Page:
An overtone is any harmonic with frequency greater than the fundamental frequency of a sound. In other words, overtones are all pitches higher than the lowest pitch within an individual sound; the fundamental is the lowest pitch. While the fundamental is usually heard most prominently, overtones are actually present in any pitch except a true sine wave. The relative volume or amplitude of various overtone partials is one of the key identifying features of timbre, or the individual characteristic of a sound.

Timbre Quality of a musical note or sound or tone

In music, timbre, also known as tone color or tone quality, is the perceived sound quality of a musical note, sound or tone. Timbre distinguishes different types of sound production, such as choir voices and musical instruments. It also enables listeners to distinguish different instruments in the same category.

Pitch (music) Perceptual property in music ordering sounds from low to high

Pitch is a perceptual property of sounds that allows their ordering on a frequency-related scale, or more commonly, pitch is the quality that makes it possible to judge sounds as "higher" and "lower" in the sense associated with musical melodies. Pitch is a major auditory attribute of musical tones, along with duration, loudness, and timbre.

Inharmonicity

In music, inharmonicity is the degree to which the frequencies of overtones depart from whole multiples of the fundamental frequency.

Piano acoustics is the set of physical properties of the piano that affect its sound. It is an area of study within musical acoustics.

Sympathetic string

Sympathetic strings or resonance strings are auxiliary strings found on many Indian musical instruments, as well as some Western Baroque instruments and a variety of folk instruments. They are typically not played directly by the performer, only indirectly through the tones that are played on the main strings, based on the principle of sympathetic resonance. The resonance is most often heard when the fundamental frequency of the string is in unison or an octave lower or higher than the catalyst note, although it can occur for other intervals, such as a fifth, with less effect.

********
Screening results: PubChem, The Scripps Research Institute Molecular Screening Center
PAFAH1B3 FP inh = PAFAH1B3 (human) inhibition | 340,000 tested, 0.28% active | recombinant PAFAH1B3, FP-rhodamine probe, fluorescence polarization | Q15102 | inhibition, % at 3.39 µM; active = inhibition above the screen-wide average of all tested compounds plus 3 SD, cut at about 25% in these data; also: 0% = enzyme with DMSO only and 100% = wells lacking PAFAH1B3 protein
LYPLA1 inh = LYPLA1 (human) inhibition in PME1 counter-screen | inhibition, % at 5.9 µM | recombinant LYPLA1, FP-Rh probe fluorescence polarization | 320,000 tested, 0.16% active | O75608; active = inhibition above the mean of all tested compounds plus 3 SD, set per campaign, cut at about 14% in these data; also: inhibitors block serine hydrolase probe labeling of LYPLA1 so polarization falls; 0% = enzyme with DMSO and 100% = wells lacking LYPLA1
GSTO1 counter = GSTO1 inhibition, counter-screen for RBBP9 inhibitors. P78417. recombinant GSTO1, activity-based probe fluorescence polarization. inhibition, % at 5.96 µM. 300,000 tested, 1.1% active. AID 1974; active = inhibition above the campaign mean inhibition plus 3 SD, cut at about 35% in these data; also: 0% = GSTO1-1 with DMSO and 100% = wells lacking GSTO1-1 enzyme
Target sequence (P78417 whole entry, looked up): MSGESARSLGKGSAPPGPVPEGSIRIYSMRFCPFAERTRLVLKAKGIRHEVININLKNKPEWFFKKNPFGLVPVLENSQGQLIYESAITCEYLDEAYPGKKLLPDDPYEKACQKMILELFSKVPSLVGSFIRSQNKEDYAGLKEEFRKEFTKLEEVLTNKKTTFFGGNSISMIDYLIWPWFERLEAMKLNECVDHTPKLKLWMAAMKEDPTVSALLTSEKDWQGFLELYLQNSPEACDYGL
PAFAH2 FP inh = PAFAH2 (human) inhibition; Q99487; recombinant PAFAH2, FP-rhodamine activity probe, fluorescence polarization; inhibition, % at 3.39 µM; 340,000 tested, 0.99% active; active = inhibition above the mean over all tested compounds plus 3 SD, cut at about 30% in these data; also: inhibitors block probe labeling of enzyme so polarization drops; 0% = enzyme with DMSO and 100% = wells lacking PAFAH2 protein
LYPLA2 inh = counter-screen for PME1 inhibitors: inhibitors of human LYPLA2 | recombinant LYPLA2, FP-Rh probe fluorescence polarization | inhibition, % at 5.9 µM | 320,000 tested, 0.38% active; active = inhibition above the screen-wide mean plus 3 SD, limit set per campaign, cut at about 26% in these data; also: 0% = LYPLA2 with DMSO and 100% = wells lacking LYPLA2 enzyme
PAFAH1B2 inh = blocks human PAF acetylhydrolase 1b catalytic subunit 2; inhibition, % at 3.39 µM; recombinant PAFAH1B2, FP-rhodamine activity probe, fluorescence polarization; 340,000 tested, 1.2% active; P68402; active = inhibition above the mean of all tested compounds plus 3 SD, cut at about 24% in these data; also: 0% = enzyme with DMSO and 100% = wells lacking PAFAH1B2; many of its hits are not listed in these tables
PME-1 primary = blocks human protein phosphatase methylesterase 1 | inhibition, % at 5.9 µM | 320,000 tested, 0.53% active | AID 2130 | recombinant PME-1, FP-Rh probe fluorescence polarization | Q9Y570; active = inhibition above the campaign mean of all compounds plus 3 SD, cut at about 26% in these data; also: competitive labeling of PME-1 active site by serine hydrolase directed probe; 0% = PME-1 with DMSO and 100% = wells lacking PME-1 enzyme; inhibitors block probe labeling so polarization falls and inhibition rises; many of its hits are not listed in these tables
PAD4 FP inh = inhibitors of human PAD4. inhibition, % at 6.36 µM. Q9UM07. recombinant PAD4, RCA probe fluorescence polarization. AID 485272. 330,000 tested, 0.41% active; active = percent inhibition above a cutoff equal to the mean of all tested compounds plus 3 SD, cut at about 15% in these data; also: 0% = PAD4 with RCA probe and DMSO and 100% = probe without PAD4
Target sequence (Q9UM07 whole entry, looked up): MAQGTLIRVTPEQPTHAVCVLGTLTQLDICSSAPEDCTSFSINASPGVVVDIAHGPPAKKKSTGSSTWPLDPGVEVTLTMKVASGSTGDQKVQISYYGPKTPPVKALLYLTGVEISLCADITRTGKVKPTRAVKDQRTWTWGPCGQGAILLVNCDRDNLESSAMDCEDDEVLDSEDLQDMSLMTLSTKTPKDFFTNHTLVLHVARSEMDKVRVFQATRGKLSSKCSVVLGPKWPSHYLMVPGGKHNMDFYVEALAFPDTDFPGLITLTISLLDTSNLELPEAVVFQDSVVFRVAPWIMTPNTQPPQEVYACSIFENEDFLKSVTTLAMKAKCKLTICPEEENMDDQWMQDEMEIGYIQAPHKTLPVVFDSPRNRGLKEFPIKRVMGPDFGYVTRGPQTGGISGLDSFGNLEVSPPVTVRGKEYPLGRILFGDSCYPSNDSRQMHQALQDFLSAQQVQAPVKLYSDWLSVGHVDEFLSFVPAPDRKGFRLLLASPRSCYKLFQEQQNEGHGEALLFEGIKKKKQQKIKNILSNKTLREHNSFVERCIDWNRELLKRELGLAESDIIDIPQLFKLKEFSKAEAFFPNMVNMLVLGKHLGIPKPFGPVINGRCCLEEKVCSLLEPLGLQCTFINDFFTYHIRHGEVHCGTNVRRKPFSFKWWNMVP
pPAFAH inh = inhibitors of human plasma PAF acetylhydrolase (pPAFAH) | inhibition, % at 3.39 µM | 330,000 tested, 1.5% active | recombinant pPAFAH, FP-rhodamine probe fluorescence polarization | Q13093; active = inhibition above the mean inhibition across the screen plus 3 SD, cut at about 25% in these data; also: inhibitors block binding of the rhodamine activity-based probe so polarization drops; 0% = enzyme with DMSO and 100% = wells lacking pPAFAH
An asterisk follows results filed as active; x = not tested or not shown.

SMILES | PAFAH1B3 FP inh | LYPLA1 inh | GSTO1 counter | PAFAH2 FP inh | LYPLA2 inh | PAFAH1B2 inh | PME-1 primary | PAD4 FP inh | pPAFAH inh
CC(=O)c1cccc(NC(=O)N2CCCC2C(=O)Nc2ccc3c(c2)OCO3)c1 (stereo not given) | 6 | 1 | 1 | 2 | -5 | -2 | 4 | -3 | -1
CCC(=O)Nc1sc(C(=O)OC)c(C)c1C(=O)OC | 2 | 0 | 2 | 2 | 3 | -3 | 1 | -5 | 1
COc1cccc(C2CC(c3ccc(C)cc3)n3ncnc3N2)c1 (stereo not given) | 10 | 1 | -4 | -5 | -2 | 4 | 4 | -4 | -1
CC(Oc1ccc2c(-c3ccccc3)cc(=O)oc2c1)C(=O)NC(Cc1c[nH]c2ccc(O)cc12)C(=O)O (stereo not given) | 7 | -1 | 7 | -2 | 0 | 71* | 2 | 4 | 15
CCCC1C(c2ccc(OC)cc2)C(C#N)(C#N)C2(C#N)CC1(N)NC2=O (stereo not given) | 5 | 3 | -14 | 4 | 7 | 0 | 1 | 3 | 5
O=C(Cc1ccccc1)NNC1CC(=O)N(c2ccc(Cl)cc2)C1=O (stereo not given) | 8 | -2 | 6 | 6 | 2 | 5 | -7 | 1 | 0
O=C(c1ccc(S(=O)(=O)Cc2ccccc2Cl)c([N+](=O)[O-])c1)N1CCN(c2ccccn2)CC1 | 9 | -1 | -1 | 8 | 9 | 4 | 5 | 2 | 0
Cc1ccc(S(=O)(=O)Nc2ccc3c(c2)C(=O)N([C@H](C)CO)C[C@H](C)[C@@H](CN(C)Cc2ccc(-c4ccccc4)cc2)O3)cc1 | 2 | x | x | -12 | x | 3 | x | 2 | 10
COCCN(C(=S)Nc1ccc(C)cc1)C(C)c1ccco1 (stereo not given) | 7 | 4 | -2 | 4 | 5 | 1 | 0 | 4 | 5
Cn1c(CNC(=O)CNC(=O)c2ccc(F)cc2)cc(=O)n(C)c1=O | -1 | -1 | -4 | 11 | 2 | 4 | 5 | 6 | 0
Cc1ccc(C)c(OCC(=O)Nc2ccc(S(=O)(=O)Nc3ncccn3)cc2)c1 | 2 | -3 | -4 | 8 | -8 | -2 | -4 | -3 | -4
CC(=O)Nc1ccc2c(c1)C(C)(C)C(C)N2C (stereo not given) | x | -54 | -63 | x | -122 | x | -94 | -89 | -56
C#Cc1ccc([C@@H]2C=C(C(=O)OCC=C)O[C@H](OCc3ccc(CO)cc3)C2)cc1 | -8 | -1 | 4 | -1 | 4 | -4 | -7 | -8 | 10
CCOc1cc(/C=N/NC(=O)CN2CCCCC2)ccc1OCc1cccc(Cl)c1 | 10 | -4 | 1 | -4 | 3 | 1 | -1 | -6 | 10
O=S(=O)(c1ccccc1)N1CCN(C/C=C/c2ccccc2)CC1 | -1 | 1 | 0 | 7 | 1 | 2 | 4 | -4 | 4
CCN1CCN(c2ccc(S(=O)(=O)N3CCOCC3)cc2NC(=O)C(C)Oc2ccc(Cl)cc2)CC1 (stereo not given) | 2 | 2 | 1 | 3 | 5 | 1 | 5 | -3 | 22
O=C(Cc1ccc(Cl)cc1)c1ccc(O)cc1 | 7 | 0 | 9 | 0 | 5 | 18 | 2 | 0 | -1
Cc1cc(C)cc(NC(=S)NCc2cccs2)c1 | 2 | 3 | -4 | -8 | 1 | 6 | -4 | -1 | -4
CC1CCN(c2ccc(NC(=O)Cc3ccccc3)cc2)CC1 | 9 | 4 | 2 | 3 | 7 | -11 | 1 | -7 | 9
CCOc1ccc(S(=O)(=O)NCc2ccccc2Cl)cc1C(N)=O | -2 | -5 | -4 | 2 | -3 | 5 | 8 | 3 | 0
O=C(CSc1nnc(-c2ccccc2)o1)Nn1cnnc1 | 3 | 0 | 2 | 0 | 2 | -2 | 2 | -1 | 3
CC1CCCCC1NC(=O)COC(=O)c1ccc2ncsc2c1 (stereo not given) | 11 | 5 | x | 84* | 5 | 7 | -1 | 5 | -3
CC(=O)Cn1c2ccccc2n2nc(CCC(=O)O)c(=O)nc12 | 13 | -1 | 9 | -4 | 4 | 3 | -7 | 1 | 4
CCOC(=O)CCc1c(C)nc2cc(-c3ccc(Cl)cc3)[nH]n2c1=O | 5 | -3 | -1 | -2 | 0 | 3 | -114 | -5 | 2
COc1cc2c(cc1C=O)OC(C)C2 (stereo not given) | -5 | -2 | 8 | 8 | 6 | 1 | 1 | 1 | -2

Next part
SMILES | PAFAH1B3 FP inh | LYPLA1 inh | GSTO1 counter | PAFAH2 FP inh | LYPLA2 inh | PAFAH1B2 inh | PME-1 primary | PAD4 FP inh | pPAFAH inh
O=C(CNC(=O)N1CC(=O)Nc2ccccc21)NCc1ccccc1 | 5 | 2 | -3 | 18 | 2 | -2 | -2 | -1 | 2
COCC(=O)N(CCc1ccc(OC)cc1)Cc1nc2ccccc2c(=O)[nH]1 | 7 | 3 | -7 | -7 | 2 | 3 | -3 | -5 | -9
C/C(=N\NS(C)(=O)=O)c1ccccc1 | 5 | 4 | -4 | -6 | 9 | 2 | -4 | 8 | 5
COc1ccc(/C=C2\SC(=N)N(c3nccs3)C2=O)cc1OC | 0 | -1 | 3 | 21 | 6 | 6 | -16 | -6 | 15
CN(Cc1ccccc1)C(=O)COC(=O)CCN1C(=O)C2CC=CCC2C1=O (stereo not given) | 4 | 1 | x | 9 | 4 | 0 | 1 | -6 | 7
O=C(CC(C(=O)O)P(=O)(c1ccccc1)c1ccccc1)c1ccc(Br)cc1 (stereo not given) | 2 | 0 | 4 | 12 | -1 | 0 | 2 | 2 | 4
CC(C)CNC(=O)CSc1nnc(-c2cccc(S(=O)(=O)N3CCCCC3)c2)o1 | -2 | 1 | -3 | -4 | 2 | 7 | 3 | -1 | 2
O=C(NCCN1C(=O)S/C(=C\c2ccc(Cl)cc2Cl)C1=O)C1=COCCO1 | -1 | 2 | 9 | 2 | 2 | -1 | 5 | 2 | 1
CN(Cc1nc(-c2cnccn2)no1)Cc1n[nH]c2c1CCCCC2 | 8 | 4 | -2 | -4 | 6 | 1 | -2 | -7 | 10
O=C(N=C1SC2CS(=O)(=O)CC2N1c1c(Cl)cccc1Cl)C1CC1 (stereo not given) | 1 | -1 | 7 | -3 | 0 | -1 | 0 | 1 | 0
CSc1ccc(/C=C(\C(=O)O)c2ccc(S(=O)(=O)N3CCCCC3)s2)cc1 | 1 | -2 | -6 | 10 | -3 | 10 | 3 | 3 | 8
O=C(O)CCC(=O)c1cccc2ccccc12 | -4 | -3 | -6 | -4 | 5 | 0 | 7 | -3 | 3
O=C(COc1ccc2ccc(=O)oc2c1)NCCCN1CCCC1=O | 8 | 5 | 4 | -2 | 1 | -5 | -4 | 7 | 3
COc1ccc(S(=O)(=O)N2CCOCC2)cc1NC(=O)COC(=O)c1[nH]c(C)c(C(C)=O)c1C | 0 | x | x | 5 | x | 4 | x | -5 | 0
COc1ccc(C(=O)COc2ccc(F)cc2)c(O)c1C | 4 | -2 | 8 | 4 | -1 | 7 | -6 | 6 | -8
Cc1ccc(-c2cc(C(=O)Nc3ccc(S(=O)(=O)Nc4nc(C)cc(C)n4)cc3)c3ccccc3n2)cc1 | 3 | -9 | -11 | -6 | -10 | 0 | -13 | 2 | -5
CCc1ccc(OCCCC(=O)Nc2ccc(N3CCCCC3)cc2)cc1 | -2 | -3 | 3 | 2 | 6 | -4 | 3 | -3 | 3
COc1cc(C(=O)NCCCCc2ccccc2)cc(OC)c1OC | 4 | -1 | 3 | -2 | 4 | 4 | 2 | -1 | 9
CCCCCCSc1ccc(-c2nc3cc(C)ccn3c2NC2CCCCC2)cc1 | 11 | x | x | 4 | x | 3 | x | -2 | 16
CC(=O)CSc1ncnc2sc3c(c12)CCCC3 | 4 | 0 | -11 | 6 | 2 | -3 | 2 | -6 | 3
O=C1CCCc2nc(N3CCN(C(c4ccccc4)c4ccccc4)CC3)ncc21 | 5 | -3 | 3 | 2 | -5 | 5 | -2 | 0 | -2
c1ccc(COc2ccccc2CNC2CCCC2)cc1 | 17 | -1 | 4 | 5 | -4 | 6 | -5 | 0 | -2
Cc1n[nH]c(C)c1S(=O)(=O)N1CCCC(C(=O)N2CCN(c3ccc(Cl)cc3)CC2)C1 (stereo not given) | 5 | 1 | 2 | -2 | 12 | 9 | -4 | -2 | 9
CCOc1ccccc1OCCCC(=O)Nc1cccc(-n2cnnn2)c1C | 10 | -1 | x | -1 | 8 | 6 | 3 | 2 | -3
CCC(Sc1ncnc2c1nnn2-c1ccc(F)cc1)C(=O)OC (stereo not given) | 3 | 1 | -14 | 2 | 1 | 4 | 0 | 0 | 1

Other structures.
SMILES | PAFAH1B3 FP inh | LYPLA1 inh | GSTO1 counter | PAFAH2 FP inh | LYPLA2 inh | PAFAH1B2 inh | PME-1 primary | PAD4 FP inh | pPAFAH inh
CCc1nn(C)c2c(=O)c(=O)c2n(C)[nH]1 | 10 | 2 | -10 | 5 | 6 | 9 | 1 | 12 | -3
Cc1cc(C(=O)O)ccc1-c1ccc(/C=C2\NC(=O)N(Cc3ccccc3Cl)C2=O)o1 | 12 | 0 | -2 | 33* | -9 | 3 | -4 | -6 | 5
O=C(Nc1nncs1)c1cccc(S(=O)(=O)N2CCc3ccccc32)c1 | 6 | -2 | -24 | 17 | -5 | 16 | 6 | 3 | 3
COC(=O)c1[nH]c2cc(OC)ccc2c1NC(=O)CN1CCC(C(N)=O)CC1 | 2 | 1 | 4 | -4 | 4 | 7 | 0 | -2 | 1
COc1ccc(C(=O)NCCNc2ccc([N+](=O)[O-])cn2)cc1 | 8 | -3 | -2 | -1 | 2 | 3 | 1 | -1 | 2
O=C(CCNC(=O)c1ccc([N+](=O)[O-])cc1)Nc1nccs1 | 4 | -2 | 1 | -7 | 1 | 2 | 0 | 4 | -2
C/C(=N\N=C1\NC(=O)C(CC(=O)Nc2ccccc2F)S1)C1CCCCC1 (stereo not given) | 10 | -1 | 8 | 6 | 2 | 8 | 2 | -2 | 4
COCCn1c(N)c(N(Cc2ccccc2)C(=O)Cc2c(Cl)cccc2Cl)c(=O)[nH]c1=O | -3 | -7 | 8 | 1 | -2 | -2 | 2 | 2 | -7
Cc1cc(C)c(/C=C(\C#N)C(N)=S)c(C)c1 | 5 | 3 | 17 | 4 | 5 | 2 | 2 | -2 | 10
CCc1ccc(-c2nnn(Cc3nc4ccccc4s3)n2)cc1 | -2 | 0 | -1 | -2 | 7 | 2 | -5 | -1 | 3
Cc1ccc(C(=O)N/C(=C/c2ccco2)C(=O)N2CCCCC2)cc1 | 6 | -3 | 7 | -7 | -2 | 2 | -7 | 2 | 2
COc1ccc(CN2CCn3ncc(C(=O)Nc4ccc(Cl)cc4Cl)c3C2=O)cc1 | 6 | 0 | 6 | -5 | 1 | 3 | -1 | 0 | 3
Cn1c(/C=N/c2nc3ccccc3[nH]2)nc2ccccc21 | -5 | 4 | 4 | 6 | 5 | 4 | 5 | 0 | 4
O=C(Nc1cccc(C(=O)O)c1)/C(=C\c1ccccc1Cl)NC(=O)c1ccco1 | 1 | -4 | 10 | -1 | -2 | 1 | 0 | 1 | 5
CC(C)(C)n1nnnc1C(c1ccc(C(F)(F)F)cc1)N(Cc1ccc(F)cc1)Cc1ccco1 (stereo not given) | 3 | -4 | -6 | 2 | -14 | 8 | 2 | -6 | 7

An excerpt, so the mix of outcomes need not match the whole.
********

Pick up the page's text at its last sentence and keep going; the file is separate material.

Piano tuning Profession

Piano tuning is the act of adjusting the tension of the strings of an acoustic piano so that the musical intervals between strings are in tune. The meaning of the term 'in tune', in the context of piano tuning, is not simply a particular fixed set of pitches. Fine piano tuning requires an assessment of the vibration interaction among notes, which is different for every piano, thus in practice requiring slightly different pitches from any theoretical standard. Pianos are usually tuned to a modified version of the system called equal temperament.

Musical acoustics or music acoustics is a multidisciplinary field that combines knowledge from physics, psychophysics, organology, physiology, music theory, ethnomusicology, signal processing and instrument building, among other disciplines. As a branch of acoustics, it is concerned with researching and describing the physics of music – how sounds are employed to make music. Examples of areas of study are the function of musical instruments, the human voice, computer analysis of melody, and in the clinical use of music in music therapy.

Consonance and dissonance Categorizations of simultaneous or successive sounds

In music, consonance and dissonance are categorizations of simultaneous or successive sounds. Within the Western tradition, some listeners associate consonance with sweetness, pleasantness, and acceptability, and dissonance with harshness, unpleasantness, or unacceptability, although there is broad acknowledgement that this depends also on familiarity and musical expertise. The terms form a structural dichotomy in which they define each other by mutual exclusion: a consonance is what is not dissonant, and a dissonance is what is not consonant. However, a finer consideration shows that the distinction forms a gradation, from the most consonant to the most dissonant. In casual discourse, as Hindemith stressed, "The two concepts have never been completely explained, and for a thousand years the definitions have varied". The term sonance has been proposed to encompass or refer indistinctly to the terms consonance and dissonance.